Zhu Xi (Chu Hsi 朱熹, 1130-1200) was the most influential Confucian since Confucius and Mencius, both because of his systematic philosophy and his political clout. Zhu Xi is standardly considered the “synthesizer of Song Neo-Confucianism,” and he was instrumental in establishing Confucian classics as the official documents for civic exams. His commentary and interpretation of the Confucian classics became the officially sanctioned orthodoxy. Zhu Xi is regarded as the founder of the school of principle (lixue 理學), as his main thesis is that nature is identical with principle. By “nature,” Zhu Xi means the essential traits of each particular thing. He advocated “the Investigation of things (gewu 格物), which to him means studying the principle within each material object and daily affair. Zhu Xi believes that one needs to investigate as many things as possible in order to extend the knowledge of Heavenly Principle. He also redefines “Taiji” as principle, and treats it as the origin of the Universe as well as the ontological foundation of all things. In addition, Zhu Xi also developed a sophisticated virtue ethics and moral epistemology. Zhu Xi’s philosophy is preserved in his numerous commentaries on ancient Confucian texts and his extensive discourses with students and correspondences with associates. In Chinese, his essays and correspondences, etc. have been compiled into a ten-book set of Collected Writings of Zhu Xi (Zhuzi wenji 朱子文集), and his discourses with students were recorded by numerous students and compiled into (several editions of) The Recorded Sayings of Zhu Xi (Zhuji yulu朱子語錄). The current popular version of his recorded sayings is a set of one-hundred-forty volumes Categorized Recorded Sayings of Zhu Xi (Zhuzi yulei 朱子語類). Since this collection includes Zhu Xi’s explanations of his ideas in the Q&A with students, and the content is organized thematically, it is the most valuable primary source for Zhu Xi scholars. The complete electronic text of this collection is available at **Zhongguo zhexueshu dianzihua jihua 中國哲學書電子化計劃** http://ctext.org/zhuzi-yulei/zh). Unfortunately, most of his works and discourses have not been translated into English.
Of primary sources in English, we have Chan 1967, Gardner 2003, Gardner 1990, etc., which translates a tiny portion of Zhu Xi’s copious work and remarks. There are many secondary sources in English, as among all neo-Confucians, Zhu Xi receives the most attention from contemporary scholars working in English. Chan 1989 and Chan 1986 represent earlier scholars’ researches on Zhu Xi, which are more or less from the intellectual historical approach. Kim 2000 is a well-researched book on Zhu Xi’s epistemology and his attitude toward natural science. Angle 2009 ((cited under Song-Ming Neo-Confucianism) is a monograph devoted to Zhu Xi’s and Wang Yangming’s moral philosophy. The book has received high praises from scholars in the field.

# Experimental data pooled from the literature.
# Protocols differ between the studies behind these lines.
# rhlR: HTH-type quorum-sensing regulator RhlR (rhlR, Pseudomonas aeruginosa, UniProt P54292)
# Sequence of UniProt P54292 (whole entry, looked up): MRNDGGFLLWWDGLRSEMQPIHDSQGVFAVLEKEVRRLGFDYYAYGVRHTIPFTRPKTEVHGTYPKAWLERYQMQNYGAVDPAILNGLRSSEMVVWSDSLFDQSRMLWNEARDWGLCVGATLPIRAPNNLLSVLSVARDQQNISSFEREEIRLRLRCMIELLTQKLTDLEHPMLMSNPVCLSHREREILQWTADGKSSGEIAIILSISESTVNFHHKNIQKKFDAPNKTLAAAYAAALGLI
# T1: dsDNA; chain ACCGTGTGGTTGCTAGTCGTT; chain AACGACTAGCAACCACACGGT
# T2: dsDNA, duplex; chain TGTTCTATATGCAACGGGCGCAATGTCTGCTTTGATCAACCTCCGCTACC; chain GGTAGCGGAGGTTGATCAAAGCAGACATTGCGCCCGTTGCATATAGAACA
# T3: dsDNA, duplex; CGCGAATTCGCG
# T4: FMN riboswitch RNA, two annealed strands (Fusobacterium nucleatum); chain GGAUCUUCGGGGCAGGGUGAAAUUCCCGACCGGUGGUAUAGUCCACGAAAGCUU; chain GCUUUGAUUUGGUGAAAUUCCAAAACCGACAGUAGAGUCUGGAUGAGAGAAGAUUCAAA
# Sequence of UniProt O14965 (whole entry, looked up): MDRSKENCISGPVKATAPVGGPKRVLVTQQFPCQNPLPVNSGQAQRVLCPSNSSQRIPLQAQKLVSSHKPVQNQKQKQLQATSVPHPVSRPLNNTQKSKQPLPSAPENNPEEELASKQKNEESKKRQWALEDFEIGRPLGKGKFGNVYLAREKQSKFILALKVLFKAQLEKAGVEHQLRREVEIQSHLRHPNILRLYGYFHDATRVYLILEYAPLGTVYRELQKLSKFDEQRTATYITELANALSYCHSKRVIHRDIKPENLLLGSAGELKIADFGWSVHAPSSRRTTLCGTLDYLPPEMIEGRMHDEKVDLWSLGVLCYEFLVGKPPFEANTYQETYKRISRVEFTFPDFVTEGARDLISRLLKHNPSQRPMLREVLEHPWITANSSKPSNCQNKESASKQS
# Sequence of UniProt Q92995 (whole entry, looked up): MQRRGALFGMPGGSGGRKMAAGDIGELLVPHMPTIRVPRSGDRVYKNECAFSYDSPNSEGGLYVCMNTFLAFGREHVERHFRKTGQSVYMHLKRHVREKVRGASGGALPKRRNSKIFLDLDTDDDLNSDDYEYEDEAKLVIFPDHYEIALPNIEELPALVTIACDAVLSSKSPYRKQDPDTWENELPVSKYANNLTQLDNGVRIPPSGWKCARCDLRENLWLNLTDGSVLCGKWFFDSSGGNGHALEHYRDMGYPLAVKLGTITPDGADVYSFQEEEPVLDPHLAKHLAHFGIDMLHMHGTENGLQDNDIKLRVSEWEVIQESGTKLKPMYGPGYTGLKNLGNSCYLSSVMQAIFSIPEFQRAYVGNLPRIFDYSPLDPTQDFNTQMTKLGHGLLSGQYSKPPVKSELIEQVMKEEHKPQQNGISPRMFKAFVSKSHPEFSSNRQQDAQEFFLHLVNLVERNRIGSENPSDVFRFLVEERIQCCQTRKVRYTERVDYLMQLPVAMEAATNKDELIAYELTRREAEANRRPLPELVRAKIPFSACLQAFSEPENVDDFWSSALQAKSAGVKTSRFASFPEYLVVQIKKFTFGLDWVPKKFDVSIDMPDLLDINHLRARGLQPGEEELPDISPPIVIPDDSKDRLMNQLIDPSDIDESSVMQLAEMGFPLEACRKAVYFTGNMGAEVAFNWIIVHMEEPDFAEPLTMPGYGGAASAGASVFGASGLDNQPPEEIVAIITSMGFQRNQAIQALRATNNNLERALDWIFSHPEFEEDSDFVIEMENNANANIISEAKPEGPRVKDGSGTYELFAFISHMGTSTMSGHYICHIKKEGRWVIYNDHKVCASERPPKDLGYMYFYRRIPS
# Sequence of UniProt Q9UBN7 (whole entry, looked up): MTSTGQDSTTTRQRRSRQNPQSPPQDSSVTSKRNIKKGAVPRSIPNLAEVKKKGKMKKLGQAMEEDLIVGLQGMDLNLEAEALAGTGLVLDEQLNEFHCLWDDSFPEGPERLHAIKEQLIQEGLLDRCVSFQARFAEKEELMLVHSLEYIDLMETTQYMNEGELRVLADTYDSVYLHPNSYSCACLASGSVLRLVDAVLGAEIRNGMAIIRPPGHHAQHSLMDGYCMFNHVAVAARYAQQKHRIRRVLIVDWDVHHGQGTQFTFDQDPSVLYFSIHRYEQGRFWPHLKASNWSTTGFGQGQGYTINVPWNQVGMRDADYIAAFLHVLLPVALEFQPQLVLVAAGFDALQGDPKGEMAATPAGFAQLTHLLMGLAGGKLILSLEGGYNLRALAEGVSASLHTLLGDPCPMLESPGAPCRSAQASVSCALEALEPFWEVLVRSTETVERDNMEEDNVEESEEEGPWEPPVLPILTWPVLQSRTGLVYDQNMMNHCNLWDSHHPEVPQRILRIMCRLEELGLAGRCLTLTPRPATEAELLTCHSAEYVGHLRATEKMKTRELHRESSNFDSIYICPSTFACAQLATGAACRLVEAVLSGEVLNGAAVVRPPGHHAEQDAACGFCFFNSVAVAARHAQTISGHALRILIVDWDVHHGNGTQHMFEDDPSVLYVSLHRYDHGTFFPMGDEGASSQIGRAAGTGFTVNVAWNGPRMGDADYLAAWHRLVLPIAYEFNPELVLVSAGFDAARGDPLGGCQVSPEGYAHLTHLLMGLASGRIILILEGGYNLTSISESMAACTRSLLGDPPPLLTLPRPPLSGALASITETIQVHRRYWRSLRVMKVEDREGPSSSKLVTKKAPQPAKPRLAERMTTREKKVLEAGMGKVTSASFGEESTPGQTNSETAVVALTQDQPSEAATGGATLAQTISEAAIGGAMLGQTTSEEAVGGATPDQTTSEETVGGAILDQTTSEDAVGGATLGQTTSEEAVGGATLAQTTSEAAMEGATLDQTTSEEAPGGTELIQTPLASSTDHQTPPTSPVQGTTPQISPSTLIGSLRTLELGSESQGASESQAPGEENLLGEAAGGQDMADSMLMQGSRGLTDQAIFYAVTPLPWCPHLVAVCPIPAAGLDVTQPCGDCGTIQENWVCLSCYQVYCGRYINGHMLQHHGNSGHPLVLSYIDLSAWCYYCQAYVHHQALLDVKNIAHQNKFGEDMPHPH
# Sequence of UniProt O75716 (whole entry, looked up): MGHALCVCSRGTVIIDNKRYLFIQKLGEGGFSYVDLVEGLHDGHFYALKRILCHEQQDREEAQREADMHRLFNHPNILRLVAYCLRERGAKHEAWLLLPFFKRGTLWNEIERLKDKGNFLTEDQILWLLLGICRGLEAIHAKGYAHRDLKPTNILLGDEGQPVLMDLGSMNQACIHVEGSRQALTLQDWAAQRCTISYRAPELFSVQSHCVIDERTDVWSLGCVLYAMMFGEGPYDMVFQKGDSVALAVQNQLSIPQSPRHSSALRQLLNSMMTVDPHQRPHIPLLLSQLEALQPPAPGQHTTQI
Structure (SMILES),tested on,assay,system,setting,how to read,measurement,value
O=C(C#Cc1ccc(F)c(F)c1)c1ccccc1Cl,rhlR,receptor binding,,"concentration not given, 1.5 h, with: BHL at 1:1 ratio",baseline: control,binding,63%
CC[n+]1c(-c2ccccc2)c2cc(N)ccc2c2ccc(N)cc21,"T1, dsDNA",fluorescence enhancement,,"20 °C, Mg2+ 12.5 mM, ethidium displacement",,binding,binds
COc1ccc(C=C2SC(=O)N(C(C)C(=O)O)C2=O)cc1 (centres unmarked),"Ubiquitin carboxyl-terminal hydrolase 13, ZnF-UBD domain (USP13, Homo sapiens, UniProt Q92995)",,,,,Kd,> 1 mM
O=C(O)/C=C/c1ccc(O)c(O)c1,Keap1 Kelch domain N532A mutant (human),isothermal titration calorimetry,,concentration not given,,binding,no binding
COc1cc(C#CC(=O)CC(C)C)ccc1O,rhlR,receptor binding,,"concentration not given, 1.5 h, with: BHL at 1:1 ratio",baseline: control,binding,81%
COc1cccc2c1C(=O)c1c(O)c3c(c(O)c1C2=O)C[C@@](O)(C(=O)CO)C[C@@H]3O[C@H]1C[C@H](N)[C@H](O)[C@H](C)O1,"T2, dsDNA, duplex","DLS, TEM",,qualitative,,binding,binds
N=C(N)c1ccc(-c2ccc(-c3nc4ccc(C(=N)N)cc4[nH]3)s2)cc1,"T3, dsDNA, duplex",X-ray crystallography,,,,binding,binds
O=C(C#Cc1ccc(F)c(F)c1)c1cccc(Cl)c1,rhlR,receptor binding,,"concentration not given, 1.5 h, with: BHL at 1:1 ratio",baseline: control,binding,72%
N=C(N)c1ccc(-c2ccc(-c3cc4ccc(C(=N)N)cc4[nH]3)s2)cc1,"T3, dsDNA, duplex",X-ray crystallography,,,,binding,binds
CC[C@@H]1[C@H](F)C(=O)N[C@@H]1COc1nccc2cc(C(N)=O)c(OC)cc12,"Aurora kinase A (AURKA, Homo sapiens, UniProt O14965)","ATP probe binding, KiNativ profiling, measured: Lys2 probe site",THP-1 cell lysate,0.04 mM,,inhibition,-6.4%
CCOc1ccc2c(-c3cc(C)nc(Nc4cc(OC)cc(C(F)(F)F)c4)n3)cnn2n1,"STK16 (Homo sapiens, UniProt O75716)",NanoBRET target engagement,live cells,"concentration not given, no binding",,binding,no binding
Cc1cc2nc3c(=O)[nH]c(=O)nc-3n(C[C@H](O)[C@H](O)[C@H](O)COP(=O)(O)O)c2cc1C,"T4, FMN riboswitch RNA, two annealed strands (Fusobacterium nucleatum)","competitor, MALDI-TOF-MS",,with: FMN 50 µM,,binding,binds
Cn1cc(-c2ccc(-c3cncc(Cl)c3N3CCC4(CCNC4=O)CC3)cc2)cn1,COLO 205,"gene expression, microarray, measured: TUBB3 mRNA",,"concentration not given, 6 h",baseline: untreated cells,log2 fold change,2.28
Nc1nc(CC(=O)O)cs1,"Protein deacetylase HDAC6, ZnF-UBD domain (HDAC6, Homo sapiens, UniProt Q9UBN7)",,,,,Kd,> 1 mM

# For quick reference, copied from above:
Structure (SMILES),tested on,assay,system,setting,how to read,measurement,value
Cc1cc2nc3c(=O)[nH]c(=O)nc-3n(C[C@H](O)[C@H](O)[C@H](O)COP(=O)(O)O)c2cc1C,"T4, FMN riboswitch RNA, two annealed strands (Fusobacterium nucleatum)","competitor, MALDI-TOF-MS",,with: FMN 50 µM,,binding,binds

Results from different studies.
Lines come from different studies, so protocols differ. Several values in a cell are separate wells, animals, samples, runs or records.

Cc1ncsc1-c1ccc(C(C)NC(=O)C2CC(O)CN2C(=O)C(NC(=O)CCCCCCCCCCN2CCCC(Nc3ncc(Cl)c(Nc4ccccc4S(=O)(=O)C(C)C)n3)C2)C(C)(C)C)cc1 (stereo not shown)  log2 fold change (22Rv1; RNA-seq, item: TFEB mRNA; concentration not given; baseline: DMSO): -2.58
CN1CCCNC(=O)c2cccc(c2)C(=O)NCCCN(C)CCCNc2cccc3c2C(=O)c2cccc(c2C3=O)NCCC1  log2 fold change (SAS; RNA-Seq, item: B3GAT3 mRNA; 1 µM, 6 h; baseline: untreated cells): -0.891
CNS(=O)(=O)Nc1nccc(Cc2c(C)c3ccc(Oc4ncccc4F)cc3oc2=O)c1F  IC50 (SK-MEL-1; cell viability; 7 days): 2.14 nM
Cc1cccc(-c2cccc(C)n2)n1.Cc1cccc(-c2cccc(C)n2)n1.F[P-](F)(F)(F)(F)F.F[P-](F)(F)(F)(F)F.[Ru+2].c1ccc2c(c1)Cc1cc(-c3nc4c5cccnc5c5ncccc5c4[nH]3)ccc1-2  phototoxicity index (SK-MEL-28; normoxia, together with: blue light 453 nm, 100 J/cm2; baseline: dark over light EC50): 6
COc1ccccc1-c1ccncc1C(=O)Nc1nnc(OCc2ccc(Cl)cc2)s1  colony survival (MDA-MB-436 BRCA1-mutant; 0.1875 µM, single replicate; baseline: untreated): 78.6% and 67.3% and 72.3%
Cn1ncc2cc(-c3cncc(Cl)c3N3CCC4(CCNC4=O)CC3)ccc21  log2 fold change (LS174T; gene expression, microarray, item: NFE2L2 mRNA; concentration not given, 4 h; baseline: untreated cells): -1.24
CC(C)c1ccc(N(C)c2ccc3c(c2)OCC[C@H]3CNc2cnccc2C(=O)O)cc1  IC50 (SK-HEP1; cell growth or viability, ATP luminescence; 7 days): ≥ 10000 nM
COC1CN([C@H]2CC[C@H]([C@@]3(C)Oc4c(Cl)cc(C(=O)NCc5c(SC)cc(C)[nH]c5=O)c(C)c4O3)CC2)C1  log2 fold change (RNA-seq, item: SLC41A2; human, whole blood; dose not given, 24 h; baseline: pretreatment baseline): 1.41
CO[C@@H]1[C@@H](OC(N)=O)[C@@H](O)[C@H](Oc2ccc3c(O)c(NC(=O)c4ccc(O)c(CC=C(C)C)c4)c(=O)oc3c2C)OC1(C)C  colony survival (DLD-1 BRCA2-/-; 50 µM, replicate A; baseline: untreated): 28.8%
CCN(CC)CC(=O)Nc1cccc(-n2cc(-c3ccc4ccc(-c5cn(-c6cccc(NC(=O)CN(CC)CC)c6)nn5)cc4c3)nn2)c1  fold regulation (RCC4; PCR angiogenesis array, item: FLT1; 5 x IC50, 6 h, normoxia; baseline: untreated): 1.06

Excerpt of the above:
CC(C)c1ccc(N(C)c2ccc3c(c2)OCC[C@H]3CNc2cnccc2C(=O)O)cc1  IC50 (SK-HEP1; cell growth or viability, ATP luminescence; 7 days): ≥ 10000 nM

Chan, Wing-tsit. Trans. Reflections on Things at Hand (compiled by Zhu Xi). New York: Columbia University Press, 1967.
This work is a translation of Zhu Xi’s Reflections on Things at Hand (Jinsilu 近思錄), which is a compilation of important sayings of early Sung Neo-Confucians.
Gardner, Daniel. Zhu Xi's Reading of the Analects: Canon, Commentary and the Classical Tradition (Asian Studies). New York: Columbia University Press, 2003.
This is a translation of Zhu Xi’s commentary on the Analects, which is more than just a textual commentary but is imbued with Zhu’s philosophical insights.
Gardner, Daniel. Learning to Be A Sage: Selections from the Conversations of Master Chu, Arranged Topically. CA: University of California Press, 1990.
This book provides selected translation of Zhu’s recorded sayings.
Chan, Wing-tsit. Zhu Xi: New Studies. Honolulu: University of Hawaii Press. 1989.
Wing-tsit Chan, editor of A Source Book in Chinese Philosophy (Chan 1963), is also an expert and a staunch defender of Zhu Xi. This book represents Chan’s lifelong studies of Zhu Xi, with more than thirty papers treating various aspects of Zhu’s life, philosophy and associations. It should be book of interest to Zhu Xi scholars.
Chan, Wing-tsit (Ed.) Chu Hsi and Neo-Confucianism. Honolulu: University of Hawaii Press. 1986.
This book consists of more than thirty papers on Zhu Xi written by known scholars on Neo-Confucianism. The basis of this anthology is a conference on Zhu Xi held in Honolulu in 1982. Paper topics mostly reflect studies on Zhu Xi in his historical contexts. There are, however, several papers on Zhu Xi’s theory of principle and the Great Ultimate (Taiji). They will be of interest to scholars who want to learn about Zhu Xi’s metaphysics.
Kim, Yunk Sik. The Natural Philosophy of Chu Hsi (1130-1200). Philadelphia: American Philosophical Society, 2000.
This is a scholarly and yet accessible work on Zhu Xi’s theory of knowledge, his worldview and his attitude toward science. It provides a helpful guidance to Zhu Xi’s philosophy.
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